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community members. There are inherent risks due to the labor involved in the construction of the school. Deborah does nofhave control over these risks and every community member voluntarily takes the risks. 1 will not blame Deborah for any irijury or as}\ for type ofcompensation.for an injw:y. Ifyouwant:any-moreinfonnationaboutthestuqy orPIEAT-trainingplease contacteitherDeborah Young or AlejandraGomez. Ifan uncomfort.ablesituation arises or you have any concerns about the stUqy, PlEAT tra:iriil:\g, or its members please contact either Deborah Young or Alejandra Gomez. We live at the green house, next:to the new Casa Materna. Youmay also contact contact the HSRCAdministrator, 1380 Lawrence Street, Suite 1400, (303) 556-4060, with questions about your rights as a research subject. You will be given a copy of this consent form to keep. Primary Caregiver Date 217

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INFORMED CONSENT, SPANISH Programa Integral Educando con Amor y Temura Yo acepto participar-en el estudio de PlEAT. Deborah Young recopilara informacion para estudiar el impacto que PlEAT hatenido en las comunidades. El estudio incluye a casa, talleres en las comunidades, y Ia construccion de un centro educacional en .Ia comunidad. Entiendo que miparticipacion es voluntaria y que no hay compensacion por ello. Podre decidir no participar en el.estudio cuando lo desee y no habra ninguna consecuencia por esto; notificare a Deborah en caso que ya noquiera participar en el programa de intervencion. Si me interesara recibir al entrenamiento de PlEAT, pero no participar en el estudio, tendre Ia oportunidad de participar en el entrenamiento cuando el estudio termine. El estudio no durara mas de 6 meses. Deborah se compromete a mantener mi infrumicion confidencial, esto significa que no sera compartida con otros. No se puede garanti:zar 1 00% de privacidad. Ademas Deborah ayudara a asegurar la privacidad no mencionando mi nombre en ninguno de los documentos escritos. Las notas tomadas durante ei entrenamiento se usariln como datos en el estudio y algunas de mis respuestas pueden ser usadas en el reporte fmal tambien. En cualquier punto durante el entrenamiento puedre hacerle saber a Deborah que parte de mi informacion no quiero que sea usada y ella no la pondra en el estudio. Entiendo que hay algunos riesgos im.plicados al participar en este programa de intervencion tales como: 1. La informacion dada a mi puede ser interpretado diferente por otros. 2. Otras personas de Ia comunidad podrian entre oir las conversaciones durante las visitas estan teniendo Iugar. 3. La gente que va a los talleres podrian hablar con otros miembros de Ia comunidad sobre lo que paso durante los talleres y divulgar informacion personal de los participantes. 4. El chisme podria comenzar y la mala informacion se difundiria. 5. Losperpetradores de violencia domestica pueden oir que estos problemas estan siendo manejados y sentirse provocados. 6. Deborah no reportara a las autoridades cualquier caso de violencia domestica descubierto o discutido, sin embargo, ella dara coraje a las victimas para que busquen ayuda a traves de los recursos disponibles para ellos. Para limitar la cantidad de chismes, todos los cuidadores primarios frrmaran esta forma de consentimiento antes de que el estudio comience. Firmando esta forma de consentimiento, me comprometo a no difundir informacion personal de los participantes, mencionada durante los talleres. 218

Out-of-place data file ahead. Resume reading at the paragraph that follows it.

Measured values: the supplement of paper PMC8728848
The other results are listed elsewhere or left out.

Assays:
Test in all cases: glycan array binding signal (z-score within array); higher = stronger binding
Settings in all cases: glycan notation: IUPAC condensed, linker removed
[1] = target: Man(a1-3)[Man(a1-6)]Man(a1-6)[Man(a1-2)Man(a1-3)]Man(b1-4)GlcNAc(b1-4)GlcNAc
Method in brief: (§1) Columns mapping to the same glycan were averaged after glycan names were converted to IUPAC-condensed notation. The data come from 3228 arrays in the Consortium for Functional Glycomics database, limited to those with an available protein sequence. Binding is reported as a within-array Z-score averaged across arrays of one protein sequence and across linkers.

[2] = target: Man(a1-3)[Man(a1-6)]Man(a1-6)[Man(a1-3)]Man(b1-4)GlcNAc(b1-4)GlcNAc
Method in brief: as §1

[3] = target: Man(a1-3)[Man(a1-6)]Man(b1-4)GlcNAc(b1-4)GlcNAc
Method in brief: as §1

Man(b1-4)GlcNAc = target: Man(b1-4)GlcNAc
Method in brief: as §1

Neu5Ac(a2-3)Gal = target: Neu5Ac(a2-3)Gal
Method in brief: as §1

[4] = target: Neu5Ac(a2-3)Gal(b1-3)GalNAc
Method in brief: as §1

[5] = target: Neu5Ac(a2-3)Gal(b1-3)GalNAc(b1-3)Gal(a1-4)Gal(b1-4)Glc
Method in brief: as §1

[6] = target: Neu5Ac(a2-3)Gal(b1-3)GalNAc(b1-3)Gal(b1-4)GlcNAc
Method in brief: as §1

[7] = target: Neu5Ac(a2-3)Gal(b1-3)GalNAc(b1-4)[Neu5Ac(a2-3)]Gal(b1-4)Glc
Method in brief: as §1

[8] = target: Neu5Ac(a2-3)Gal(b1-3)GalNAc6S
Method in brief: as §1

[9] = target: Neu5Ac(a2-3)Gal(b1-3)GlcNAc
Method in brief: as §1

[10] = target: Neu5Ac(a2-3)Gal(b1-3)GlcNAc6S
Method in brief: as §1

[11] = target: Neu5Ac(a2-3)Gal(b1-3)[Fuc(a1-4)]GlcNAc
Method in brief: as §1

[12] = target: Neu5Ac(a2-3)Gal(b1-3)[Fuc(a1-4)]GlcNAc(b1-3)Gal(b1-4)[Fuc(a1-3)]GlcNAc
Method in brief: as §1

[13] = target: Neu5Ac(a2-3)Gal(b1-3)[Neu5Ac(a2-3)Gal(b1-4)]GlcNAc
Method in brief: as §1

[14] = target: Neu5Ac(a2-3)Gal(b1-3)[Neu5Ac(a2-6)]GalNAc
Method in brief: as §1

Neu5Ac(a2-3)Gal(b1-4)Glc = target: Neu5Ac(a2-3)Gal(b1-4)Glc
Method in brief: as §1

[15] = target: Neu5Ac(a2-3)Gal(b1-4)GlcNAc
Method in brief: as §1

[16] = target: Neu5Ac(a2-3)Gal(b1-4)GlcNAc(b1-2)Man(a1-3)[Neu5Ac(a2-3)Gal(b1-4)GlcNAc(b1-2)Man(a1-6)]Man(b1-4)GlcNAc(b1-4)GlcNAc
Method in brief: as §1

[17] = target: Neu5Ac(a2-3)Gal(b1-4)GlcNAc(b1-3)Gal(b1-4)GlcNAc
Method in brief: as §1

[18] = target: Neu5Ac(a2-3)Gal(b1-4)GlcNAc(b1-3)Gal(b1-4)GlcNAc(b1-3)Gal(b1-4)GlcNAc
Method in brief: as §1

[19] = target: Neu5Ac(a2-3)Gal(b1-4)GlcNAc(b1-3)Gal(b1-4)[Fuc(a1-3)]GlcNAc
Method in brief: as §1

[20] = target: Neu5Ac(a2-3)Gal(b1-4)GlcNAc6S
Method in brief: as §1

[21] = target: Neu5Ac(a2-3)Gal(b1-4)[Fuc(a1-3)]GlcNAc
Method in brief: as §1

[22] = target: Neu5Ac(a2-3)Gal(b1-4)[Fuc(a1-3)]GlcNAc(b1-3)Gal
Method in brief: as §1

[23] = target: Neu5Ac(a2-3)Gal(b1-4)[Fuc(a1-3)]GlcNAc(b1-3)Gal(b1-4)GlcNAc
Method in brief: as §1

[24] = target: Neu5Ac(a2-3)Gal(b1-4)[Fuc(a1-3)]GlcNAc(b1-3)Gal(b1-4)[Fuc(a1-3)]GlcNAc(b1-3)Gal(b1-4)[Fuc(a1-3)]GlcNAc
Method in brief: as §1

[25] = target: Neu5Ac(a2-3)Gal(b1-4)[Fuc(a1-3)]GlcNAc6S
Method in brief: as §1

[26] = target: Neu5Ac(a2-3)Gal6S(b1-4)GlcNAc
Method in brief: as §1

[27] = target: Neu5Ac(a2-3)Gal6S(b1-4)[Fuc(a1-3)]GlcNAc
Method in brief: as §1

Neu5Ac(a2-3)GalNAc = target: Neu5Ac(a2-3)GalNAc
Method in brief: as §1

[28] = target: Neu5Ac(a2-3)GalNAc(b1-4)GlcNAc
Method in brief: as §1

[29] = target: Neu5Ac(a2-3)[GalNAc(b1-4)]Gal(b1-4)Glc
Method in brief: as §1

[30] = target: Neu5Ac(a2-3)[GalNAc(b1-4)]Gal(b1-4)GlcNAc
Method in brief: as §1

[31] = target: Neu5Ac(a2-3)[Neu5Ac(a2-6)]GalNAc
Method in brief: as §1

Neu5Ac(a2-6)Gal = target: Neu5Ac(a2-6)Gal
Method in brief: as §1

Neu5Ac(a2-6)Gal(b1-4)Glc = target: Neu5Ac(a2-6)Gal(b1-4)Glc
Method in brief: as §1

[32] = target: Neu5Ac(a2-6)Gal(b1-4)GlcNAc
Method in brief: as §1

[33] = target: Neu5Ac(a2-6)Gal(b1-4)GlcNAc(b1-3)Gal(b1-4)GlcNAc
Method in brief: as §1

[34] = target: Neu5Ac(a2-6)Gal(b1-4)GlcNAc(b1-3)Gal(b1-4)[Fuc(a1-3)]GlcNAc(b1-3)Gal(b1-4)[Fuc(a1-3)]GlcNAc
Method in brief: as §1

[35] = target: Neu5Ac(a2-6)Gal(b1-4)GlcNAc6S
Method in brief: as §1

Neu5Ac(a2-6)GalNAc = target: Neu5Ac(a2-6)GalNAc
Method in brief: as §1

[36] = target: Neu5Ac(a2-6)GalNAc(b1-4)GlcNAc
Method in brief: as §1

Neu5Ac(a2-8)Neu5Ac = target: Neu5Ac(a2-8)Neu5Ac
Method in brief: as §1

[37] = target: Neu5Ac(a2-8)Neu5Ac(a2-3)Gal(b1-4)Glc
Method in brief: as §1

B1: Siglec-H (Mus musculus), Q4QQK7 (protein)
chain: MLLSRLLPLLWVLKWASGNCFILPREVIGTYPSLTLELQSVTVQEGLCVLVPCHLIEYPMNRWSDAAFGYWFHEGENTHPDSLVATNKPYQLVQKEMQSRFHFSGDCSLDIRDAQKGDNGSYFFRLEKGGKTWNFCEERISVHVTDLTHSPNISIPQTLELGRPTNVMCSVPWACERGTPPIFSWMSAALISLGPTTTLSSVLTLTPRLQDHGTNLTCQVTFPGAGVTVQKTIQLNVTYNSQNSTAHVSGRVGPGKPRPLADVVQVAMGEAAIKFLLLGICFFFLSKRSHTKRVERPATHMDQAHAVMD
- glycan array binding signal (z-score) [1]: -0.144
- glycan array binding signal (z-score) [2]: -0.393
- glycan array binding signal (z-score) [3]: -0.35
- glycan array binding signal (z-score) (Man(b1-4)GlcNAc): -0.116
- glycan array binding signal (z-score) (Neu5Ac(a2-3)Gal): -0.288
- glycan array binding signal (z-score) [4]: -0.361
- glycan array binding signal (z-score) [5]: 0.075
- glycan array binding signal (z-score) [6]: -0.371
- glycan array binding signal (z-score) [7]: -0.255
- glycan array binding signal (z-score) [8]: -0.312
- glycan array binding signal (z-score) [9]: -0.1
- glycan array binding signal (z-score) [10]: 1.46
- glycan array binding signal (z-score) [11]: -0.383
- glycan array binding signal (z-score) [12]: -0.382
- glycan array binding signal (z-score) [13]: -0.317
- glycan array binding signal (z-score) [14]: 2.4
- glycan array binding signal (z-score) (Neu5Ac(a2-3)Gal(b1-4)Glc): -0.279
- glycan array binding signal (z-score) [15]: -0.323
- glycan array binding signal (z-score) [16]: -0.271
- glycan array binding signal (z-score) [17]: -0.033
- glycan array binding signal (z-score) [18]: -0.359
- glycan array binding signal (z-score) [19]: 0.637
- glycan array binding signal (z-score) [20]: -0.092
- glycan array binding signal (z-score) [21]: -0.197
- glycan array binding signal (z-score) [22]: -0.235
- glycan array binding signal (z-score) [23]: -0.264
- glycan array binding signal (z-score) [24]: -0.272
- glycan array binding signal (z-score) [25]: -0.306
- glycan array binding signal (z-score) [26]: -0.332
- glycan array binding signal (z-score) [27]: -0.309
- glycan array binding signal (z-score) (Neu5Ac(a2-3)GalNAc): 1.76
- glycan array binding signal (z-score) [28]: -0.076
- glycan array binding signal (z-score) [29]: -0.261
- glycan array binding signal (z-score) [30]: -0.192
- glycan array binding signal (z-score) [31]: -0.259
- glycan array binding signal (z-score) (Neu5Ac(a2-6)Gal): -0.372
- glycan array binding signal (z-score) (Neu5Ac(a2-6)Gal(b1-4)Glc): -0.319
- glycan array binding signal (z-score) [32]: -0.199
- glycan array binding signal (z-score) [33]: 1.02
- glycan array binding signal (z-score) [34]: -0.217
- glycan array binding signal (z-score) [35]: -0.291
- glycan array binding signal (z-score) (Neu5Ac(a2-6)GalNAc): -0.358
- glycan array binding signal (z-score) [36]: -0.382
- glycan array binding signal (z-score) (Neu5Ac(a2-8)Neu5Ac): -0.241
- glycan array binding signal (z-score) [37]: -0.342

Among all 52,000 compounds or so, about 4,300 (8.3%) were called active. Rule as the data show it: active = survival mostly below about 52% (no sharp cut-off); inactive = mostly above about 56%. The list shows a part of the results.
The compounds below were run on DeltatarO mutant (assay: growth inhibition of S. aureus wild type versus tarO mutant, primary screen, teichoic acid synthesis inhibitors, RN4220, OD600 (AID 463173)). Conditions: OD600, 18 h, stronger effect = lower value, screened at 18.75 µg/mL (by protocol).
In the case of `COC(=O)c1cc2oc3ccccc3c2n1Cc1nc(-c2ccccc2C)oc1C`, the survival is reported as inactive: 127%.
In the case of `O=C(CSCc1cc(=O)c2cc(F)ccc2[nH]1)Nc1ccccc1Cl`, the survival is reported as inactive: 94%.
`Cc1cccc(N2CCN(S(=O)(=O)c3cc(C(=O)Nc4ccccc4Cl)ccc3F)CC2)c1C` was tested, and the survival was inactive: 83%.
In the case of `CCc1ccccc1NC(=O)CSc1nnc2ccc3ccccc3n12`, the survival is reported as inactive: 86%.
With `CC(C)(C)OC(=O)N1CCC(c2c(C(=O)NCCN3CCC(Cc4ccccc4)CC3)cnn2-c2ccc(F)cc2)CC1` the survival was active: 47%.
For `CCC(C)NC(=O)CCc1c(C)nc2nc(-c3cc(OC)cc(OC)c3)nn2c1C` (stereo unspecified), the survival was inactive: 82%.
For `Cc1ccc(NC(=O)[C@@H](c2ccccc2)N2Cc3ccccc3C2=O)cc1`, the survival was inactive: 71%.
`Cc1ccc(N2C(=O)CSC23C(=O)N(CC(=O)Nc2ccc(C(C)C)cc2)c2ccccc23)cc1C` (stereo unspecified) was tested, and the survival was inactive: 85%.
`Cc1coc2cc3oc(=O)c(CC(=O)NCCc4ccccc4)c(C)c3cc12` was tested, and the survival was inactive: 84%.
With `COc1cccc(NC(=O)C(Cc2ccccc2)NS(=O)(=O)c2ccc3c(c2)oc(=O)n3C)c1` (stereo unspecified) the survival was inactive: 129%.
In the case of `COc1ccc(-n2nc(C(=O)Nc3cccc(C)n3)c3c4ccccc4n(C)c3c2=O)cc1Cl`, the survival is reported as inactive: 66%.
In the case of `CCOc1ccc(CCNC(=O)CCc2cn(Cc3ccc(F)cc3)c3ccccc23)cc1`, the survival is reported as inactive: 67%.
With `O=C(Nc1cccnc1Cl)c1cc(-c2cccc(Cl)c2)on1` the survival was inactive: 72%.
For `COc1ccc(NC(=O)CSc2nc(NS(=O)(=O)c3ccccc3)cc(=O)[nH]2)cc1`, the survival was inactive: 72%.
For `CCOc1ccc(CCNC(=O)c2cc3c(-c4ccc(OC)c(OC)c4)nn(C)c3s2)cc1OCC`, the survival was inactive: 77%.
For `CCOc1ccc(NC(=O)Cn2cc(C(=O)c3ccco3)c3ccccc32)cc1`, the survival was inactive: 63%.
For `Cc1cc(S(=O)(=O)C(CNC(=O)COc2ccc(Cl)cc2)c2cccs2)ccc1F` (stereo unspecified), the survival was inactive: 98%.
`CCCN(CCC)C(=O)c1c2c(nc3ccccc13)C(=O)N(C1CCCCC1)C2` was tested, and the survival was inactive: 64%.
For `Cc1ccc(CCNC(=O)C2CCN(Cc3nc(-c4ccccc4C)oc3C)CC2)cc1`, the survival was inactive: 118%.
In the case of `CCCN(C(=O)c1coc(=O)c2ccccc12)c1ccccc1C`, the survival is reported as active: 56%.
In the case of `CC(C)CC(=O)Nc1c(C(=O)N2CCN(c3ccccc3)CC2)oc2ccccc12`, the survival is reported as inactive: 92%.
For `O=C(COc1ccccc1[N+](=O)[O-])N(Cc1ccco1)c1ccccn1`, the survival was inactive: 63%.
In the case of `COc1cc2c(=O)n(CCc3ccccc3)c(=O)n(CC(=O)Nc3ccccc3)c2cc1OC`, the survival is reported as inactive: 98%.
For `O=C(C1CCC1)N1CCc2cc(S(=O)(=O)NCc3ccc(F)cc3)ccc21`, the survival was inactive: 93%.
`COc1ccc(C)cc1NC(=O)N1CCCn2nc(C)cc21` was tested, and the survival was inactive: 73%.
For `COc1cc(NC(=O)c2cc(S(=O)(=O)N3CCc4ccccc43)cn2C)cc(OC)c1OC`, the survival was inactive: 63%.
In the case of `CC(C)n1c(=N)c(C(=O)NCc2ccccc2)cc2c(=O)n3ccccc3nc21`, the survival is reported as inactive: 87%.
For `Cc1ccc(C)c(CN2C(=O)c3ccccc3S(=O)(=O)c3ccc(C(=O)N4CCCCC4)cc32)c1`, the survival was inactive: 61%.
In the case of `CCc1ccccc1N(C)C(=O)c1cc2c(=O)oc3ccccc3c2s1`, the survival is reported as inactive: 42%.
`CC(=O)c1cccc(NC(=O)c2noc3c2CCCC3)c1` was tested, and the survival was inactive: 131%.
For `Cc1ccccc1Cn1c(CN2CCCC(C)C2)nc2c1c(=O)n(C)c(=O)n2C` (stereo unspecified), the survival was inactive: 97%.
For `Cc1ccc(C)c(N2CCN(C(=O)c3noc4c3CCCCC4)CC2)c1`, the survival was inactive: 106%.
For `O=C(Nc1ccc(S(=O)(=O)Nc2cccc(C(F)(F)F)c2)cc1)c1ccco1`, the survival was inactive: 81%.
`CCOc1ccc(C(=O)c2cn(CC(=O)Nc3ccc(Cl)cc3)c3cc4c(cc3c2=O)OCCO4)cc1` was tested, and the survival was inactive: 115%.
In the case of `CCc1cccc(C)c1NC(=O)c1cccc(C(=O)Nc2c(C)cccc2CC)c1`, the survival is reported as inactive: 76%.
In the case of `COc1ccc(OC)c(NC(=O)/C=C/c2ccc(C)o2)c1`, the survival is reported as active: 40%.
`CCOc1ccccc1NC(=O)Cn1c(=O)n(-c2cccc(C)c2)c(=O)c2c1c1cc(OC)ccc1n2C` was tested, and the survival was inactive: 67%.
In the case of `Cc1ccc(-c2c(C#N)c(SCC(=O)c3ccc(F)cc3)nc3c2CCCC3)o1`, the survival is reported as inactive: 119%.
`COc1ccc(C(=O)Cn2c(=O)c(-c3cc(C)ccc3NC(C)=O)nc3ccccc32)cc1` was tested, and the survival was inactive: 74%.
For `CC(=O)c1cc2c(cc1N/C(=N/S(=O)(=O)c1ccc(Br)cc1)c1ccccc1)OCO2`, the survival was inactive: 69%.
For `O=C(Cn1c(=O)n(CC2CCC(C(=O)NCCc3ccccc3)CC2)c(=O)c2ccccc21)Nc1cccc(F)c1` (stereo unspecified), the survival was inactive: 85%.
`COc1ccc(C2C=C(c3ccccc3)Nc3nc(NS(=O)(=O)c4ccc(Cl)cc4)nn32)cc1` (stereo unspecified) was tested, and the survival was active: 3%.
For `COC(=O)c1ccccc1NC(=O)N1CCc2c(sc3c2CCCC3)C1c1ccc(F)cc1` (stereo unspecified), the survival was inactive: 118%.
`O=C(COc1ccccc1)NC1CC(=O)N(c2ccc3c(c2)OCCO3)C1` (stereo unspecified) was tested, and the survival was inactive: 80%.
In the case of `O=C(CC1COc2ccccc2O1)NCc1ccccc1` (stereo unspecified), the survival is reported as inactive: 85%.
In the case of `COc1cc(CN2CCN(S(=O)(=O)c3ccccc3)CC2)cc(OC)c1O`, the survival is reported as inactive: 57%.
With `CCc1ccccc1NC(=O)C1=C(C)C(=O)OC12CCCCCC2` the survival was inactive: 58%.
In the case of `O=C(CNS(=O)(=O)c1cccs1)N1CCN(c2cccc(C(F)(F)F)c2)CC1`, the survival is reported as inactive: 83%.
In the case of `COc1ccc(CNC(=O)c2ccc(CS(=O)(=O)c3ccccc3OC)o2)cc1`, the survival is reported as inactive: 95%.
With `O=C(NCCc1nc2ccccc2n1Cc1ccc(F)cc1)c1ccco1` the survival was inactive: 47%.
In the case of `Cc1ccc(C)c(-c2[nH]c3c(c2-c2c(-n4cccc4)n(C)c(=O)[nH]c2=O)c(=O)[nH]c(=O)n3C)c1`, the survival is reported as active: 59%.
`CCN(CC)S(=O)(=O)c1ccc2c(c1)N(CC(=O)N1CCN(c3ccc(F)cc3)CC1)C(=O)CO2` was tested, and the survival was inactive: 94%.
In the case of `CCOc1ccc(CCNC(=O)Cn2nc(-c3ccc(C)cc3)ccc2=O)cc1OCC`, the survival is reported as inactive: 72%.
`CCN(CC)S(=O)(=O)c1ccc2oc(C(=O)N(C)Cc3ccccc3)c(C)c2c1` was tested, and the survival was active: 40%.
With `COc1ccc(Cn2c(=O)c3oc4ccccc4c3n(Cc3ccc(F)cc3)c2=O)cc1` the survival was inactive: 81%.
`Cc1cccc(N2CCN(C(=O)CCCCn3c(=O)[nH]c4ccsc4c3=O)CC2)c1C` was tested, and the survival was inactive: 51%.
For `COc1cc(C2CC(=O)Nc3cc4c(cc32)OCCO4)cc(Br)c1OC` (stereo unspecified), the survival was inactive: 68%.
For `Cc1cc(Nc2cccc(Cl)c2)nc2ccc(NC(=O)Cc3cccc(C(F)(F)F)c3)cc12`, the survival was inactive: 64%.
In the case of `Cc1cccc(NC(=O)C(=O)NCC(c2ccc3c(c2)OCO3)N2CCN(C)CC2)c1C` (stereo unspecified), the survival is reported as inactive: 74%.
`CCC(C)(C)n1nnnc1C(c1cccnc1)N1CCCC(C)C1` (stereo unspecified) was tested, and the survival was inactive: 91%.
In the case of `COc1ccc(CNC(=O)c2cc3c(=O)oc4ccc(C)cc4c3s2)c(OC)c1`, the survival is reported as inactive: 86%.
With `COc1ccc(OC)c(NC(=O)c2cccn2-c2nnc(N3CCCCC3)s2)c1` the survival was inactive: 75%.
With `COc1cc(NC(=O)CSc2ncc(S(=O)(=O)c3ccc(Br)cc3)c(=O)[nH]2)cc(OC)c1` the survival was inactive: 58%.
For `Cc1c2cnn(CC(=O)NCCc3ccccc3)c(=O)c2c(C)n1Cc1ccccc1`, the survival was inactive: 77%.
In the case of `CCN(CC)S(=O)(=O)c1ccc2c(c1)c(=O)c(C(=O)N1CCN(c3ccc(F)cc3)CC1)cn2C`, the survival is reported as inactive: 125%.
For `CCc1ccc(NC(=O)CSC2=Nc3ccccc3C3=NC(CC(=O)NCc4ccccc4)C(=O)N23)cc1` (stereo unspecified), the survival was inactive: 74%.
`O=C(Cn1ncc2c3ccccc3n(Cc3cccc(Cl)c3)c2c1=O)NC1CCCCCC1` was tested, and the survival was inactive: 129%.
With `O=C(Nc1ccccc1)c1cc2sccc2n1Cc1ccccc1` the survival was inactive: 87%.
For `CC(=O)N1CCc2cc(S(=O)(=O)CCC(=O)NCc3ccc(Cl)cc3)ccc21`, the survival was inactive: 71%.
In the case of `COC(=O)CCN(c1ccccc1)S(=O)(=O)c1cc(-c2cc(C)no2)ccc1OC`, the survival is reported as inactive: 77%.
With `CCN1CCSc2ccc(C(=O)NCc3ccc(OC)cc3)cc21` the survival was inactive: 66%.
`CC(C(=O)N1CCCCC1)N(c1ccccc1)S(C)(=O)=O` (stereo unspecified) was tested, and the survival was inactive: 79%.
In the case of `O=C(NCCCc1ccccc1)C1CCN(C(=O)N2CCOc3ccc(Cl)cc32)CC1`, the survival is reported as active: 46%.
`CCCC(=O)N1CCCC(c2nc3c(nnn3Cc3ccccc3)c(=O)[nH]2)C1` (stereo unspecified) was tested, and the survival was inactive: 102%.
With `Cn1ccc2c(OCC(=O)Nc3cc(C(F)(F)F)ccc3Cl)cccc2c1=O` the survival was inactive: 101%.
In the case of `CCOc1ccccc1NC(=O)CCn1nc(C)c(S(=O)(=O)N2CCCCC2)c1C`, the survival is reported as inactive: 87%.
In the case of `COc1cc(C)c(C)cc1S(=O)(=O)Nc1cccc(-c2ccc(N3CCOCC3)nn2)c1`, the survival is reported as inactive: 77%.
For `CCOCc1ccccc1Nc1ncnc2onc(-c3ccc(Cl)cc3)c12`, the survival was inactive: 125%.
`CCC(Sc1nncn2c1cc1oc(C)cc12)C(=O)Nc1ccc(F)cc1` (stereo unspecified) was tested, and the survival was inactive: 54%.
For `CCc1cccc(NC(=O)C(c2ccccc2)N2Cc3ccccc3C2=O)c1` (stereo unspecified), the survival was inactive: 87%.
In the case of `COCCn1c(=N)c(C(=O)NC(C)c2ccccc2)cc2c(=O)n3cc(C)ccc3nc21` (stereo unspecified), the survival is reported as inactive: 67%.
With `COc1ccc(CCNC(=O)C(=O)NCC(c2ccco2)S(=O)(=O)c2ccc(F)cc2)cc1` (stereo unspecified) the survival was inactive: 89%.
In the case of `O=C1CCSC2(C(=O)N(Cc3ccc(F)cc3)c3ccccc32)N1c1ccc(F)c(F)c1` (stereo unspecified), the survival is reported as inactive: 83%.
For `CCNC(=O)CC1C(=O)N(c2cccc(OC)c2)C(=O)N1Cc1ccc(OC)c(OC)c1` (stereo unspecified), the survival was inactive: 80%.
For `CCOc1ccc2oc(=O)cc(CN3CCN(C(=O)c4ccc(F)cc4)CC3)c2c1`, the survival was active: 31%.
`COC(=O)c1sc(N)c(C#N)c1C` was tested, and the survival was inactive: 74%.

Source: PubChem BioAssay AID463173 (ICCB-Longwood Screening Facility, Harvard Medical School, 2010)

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DurWtte la construcci6n del centro educacional muchos miembros de la no tendra de control de lo que.pasa entre los miembros deJa comunidad. Hay riesgos debido al tipo de hibor que implica la constiucci6n:de lacescuela. Deborah no tiene control sobre estos riesgos y cada m.ienibrode1a-comunidad losacepian volunt3.riamente. No culpare ni ped.h-e compensaei6n a Deborah por.cualqriierlesi6n que:pueda ocurrir. Si.aparece una:sittiaei6ninc6moda o existe.algUn. malentendido con Deborah, por favor contacte AlejWtdra Cardanas G6mez o Debonili Young. Vivimos en a1 casa proxima de Jacasa materna UD. Tambien puede contactar mi contacto de HSRC administrador, 1380 Lawrence Street, Suite 1400, (303) 556-4060, con preguntas sobre sus derechos como sujetos de investigaci6n. Usted recibira una copia de esta forma de consentimiento despues que sea fmnada Cuidador primario Fecha 219